4% (127/142) agreement and 10.6% (15/142) mismatches.\n\nConclusions: We may conclude that the point-of-care test can serve as a reliable alternative to the time consuming ELISA in the differential
diagnosis between functional and organic bowel disease. Furthermore, it seems to be reliable in the follow-up of inflammatory bowel disease patients.”
“We studied the effects of the cAMP-hydrolyzing enzyme phosphodiesterase type-4 (PDE4) on the L-type Ca2+ channels (LTCCs) and Small molecule library Ca2+-dependent secretion in mouse chromaffin cells (MCCs). The selective PDE4 inhibitor rolipram (3 mu M) had a specific potentiating action on Ca2+ currents of MCCs (40% increase within 3 min). A similar effect was produced by the selective Selleck LDN-193189 beta(1)-AR agonist denopamine (1 mu M) and by the unselective PDEs inhibitor IBMX (100 mu M). Rolipram and denopamine actions were selective for LTCCs, and the Ca2+ current increase remained unchanged if the two compounds were applied simultaneously. This suggests that at rest, LTCCs in MCCs are down-regulated by the low levels of cAMP determined by PDE4 activity and that LTCCs can be up-regulated by either inhibiting PDE4 or activating beta(1)-AR. No other PDEs are likely involved in this
specific action. PDE4 inhibition had also a marked effect on the spontaneous firing of resting MCCs and catecholamine secretion. Rolipram up-regulated the LTCCs contributing to the “pace-maker” current underlying action potential (AP) discharges selleck products and accelerated the firing rate, with no significant effects on AP waveform. Acceleration of AP firing was also induced by the LTCC-agonist Bay K (1 mu M), while nifedipine (3 mu M) reduced the firing frequency, suggesting that LTCCs and intracellular cAMP play a key role in setting the pace-maker current regulating MCCs excitability. Rolipram increased also the size of the ready-releasable pool and the quantal content of secretory vesicles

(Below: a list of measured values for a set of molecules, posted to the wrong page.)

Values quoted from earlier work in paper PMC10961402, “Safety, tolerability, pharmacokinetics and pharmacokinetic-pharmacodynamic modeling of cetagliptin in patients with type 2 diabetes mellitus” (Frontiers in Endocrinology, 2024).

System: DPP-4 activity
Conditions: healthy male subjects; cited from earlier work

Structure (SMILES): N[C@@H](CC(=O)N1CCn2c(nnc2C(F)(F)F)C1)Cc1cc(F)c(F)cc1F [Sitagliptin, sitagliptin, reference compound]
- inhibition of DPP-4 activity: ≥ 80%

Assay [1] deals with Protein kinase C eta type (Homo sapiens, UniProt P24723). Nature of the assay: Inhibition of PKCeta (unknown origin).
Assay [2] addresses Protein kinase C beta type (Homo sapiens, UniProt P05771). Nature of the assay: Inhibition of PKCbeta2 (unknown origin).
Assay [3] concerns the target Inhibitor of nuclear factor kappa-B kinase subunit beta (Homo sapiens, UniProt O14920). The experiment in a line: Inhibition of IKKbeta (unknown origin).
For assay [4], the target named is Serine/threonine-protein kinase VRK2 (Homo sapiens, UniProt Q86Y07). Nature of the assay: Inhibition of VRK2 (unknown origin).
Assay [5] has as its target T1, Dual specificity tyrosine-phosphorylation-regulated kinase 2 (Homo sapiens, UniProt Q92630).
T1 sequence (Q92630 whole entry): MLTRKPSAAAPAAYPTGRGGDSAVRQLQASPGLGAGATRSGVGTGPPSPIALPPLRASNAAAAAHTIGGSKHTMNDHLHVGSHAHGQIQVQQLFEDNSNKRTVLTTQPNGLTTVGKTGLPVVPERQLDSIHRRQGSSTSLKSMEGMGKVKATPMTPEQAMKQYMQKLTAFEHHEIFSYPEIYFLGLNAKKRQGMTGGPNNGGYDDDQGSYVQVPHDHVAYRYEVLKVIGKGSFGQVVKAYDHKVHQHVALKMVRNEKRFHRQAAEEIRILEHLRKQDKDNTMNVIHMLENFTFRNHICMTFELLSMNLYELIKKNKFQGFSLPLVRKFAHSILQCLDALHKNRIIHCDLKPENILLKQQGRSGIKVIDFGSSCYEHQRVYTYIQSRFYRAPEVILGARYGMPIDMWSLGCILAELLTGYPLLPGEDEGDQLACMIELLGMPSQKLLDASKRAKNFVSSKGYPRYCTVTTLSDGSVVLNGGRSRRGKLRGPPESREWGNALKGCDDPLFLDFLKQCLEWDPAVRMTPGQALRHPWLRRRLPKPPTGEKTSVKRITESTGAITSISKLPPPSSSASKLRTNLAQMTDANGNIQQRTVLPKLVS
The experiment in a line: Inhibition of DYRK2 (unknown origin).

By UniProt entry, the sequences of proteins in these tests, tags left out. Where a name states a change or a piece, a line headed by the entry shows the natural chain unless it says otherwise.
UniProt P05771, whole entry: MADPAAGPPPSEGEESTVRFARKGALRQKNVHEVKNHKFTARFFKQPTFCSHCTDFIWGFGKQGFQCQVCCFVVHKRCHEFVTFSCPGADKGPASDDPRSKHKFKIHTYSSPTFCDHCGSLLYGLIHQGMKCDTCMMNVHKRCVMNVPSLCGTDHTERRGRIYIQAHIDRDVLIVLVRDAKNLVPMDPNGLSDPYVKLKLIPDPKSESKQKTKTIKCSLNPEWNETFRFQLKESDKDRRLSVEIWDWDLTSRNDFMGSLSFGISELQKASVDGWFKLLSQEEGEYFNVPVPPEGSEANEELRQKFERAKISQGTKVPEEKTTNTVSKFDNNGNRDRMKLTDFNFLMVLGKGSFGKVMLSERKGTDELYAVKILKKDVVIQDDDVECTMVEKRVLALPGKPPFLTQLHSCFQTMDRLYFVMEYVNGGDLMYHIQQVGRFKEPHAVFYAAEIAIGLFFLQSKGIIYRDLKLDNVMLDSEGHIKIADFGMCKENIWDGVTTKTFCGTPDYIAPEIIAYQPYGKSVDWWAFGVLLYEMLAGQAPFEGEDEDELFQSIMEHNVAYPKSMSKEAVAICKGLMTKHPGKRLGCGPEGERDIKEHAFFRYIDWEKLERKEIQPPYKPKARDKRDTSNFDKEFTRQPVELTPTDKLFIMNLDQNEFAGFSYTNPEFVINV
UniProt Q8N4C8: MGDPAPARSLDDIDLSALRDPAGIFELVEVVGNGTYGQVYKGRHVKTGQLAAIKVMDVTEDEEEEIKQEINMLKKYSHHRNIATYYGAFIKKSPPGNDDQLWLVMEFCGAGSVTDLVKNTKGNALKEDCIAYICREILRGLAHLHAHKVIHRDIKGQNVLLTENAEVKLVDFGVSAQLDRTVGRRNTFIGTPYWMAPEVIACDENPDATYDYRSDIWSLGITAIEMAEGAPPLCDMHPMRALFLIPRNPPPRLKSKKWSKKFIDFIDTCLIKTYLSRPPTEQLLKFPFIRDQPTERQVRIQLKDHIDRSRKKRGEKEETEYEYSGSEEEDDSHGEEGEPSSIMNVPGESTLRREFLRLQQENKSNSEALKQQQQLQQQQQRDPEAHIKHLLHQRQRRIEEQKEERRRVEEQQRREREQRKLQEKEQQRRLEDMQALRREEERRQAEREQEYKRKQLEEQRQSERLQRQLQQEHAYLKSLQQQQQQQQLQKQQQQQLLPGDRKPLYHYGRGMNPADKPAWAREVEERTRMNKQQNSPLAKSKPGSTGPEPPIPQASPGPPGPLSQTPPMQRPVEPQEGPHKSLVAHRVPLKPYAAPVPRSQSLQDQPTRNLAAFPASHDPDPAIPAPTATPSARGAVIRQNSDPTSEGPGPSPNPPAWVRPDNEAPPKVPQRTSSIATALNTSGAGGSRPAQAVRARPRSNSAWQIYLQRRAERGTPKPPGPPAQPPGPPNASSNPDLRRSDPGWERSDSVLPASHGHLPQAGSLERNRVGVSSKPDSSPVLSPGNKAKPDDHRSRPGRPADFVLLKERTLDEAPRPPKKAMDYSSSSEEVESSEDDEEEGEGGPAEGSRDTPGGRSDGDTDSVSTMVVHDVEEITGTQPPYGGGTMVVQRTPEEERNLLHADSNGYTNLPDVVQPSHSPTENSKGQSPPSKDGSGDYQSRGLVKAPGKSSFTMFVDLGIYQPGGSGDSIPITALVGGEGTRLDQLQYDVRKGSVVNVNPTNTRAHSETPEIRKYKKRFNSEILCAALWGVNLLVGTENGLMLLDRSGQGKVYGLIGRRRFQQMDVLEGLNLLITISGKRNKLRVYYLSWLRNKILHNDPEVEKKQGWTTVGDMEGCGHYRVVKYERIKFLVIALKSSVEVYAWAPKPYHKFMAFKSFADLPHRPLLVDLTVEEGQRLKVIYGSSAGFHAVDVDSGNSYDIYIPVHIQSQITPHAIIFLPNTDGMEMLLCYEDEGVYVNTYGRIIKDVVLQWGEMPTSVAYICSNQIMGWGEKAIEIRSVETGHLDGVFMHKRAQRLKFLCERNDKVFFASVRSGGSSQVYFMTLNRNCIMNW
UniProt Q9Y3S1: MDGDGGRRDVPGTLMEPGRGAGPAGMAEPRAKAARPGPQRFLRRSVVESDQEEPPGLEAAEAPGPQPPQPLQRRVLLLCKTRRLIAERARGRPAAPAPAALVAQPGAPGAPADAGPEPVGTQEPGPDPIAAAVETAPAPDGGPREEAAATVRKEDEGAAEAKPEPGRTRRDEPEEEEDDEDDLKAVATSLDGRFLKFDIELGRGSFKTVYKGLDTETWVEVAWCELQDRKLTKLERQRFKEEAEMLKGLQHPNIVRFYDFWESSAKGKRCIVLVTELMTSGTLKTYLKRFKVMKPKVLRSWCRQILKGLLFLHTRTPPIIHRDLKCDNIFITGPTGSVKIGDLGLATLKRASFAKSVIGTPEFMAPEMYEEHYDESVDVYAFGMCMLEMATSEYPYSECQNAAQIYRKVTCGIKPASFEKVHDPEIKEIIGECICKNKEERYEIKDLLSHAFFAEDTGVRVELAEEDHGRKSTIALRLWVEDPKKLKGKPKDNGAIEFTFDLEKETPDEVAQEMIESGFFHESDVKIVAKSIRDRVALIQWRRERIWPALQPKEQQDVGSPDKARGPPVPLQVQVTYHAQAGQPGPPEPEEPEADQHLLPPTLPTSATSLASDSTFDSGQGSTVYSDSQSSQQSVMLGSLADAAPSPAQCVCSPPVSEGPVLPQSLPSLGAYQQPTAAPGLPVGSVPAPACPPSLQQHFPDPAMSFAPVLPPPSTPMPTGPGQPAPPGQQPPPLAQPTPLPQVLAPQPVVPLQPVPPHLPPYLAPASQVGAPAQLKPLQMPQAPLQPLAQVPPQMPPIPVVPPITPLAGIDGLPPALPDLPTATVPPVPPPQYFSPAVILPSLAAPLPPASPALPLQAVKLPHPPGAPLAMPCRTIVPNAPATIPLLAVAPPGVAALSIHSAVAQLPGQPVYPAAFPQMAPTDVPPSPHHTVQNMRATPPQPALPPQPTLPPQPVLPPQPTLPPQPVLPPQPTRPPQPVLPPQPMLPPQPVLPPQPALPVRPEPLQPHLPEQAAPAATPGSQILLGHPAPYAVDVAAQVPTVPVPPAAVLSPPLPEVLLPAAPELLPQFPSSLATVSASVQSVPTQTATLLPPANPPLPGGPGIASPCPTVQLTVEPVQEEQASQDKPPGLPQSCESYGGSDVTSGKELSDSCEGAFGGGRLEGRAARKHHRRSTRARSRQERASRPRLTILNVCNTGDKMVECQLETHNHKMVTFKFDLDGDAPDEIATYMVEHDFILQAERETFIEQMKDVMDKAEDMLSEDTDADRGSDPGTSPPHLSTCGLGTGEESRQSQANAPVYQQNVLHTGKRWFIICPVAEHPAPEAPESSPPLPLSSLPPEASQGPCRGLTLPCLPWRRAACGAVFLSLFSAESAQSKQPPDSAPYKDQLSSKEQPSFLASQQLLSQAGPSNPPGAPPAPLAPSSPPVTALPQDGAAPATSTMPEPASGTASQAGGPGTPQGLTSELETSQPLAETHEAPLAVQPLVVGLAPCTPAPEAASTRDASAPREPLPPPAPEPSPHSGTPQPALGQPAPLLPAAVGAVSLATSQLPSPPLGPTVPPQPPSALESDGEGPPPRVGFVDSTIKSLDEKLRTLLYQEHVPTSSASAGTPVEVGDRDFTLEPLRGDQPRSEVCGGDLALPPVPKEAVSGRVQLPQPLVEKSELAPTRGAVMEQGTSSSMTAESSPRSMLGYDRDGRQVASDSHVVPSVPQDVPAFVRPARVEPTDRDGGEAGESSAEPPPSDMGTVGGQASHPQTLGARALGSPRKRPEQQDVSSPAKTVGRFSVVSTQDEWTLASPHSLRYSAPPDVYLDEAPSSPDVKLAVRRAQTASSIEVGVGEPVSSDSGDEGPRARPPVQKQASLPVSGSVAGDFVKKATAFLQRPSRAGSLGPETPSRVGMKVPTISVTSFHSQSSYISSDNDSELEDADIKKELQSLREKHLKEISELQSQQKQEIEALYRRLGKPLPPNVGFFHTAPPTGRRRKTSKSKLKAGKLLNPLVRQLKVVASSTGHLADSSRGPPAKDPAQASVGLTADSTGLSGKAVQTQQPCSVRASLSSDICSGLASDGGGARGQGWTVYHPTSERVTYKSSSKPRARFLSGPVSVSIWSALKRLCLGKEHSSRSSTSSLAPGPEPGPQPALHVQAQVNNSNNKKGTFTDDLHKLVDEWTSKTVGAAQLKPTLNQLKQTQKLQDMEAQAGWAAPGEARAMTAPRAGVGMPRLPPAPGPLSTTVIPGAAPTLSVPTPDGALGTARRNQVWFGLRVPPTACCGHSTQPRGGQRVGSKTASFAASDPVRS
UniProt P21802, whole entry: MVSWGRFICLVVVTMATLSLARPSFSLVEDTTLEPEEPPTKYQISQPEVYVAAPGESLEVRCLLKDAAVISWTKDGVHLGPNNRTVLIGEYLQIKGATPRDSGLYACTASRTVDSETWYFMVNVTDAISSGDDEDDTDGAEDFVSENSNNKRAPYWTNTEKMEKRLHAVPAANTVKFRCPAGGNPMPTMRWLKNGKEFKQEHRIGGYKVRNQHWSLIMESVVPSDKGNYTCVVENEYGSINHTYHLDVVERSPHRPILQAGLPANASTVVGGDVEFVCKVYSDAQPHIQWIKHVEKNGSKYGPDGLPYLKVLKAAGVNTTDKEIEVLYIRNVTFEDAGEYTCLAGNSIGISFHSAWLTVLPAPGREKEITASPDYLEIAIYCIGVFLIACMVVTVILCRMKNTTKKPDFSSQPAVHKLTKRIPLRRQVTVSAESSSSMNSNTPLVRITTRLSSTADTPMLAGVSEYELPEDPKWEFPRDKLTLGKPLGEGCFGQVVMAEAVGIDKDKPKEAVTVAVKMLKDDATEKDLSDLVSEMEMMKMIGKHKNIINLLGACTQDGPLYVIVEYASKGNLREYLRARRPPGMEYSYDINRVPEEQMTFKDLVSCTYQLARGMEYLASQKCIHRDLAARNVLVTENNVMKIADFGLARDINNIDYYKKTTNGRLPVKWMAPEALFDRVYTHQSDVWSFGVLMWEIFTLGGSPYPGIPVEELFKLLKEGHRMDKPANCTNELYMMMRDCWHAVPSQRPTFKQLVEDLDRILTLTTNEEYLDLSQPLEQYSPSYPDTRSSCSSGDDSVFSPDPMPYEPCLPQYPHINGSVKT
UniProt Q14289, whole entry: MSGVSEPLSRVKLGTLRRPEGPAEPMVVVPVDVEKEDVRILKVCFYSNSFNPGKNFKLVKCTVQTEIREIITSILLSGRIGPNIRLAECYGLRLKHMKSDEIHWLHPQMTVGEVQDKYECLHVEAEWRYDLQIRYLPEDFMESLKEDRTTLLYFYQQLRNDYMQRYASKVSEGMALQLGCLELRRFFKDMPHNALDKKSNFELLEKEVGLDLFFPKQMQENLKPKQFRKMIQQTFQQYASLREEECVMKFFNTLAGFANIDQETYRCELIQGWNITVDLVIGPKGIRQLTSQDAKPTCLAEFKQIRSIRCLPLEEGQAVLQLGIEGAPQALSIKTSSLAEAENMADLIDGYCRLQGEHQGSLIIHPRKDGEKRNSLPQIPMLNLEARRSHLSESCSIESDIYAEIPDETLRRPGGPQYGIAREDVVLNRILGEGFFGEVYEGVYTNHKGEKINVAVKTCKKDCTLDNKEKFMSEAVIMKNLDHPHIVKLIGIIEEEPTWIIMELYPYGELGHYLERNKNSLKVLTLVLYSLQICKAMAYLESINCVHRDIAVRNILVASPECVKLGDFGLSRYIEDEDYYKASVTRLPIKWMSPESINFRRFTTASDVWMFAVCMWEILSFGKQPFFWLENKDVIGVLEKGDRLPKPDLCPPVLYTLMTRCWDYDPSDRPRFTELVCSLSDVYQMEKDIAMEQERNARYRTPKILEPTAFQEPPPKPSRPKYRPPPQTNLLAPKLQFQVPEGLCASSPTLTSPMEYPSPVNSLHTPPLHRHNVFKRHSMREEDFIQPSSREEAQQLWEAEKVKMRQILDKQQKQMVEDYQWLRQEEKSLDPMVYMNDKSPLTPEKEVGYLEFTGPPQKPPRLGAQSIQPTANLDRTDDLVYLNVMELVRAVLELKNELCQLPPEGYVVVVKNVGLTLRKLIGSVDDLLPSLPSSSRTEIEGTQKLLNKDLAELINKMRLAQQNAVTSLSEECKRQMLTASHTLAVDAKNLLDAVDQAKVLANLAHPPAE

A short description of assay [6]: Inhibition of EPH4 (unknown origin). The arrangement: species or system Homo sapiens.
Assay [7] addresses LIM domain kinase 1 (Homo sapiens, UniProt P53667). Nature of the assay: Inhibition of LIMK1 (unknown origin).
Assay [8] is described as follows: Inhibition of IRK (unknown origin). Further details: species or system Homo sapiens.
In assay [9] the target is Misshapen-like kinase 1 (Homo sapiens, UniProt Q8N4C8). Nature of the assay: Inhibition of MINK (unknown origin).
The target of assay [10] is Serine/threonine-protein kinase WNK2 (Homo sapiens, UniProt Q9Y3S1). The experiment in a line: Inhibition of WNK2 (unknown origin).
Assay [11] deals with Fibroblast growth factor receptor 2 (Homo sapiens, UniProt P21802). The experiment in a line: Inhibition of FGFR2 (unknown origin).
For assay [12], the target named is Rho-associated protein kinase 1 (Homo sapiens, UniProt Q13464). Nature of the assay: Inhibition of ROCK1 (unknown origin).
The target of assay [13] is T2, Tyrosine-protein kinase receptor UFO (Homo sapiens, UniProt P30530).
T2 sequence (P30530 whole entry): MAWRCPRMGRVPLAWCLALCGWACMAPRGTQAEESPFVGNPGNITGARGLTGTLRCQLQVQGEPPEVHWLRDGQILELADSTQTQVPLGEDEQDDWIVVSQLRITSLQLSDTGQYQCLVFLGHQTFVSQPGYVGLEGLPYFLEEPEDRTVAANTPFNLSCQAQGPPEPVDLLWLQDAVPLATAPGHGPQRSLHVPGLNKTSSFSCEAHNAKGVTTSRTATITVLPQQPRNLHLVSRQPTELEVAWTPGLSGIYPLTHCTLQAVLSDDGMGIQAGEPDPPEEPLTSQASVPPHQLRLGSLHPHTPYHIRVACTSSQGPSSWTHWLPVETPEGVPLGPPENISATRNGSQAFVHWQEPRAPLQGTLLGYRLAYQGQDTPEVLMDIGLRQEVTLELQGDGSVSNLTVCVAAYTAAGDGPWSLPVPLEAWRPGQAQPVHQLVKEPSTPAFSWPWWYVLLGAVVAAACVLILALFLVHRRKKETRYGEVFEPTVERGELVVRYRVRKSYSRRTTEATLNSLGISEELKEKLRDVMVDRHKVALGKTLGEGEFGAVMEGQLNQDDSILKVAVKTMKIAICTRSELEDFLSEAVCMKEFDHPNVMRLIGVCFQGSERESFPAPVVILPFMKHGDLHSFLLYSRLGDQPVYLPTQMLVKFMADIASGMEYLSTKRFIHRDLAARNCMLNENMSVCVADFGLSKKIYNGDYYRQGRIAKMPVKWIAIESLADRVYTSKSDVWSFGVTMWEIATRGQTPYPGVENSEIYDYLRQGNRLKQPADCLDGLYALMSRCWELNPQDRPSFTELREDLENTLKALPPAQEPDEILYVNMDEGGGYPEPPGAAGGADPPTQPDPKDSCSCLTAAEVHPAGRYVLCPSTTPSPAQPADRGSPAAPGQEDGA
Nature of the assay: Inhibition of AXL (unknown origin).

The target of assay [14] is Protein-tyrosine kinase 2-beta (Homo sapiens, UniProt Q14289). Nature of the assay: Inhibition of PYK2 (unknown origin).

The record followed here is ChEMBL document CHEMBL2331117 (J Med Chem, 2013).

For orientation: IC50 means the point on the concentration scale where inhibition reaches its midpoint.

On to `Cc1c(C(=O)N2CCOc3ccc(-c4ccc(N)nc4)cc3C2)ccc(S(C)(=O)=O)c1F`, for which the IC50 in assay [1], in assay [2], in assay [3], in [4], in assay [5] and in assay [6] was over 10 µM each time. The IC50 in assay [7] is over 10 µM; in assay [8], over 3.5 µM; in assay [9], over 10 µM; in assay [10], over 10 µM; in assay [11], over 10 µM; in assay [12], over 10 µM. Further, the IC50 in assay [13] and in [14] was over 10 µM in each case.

without affecting their probability of release. Thus, rolipram acts on MCCs by up-regulating both exocytosis and AP firings. These two processes are effectively down-regulated by PDE4 at rest and can dramatically increase the quantity of released catecholamines when PDE4 is inhibited and/or cAMP is raised.”
“Fast scan cyclic voltammetry in brain slices (slice voltammetry) has been used over the last several decades to increase substantially our understanding of the complex local regulation of dopamine release and uptake in the striatum. This technique is routinely used for the study of changes that occur in the dopamine system associated with various disease states and pharmacological treatments, and to study mechanisms of local circuitry regulation of dopamine terminal function.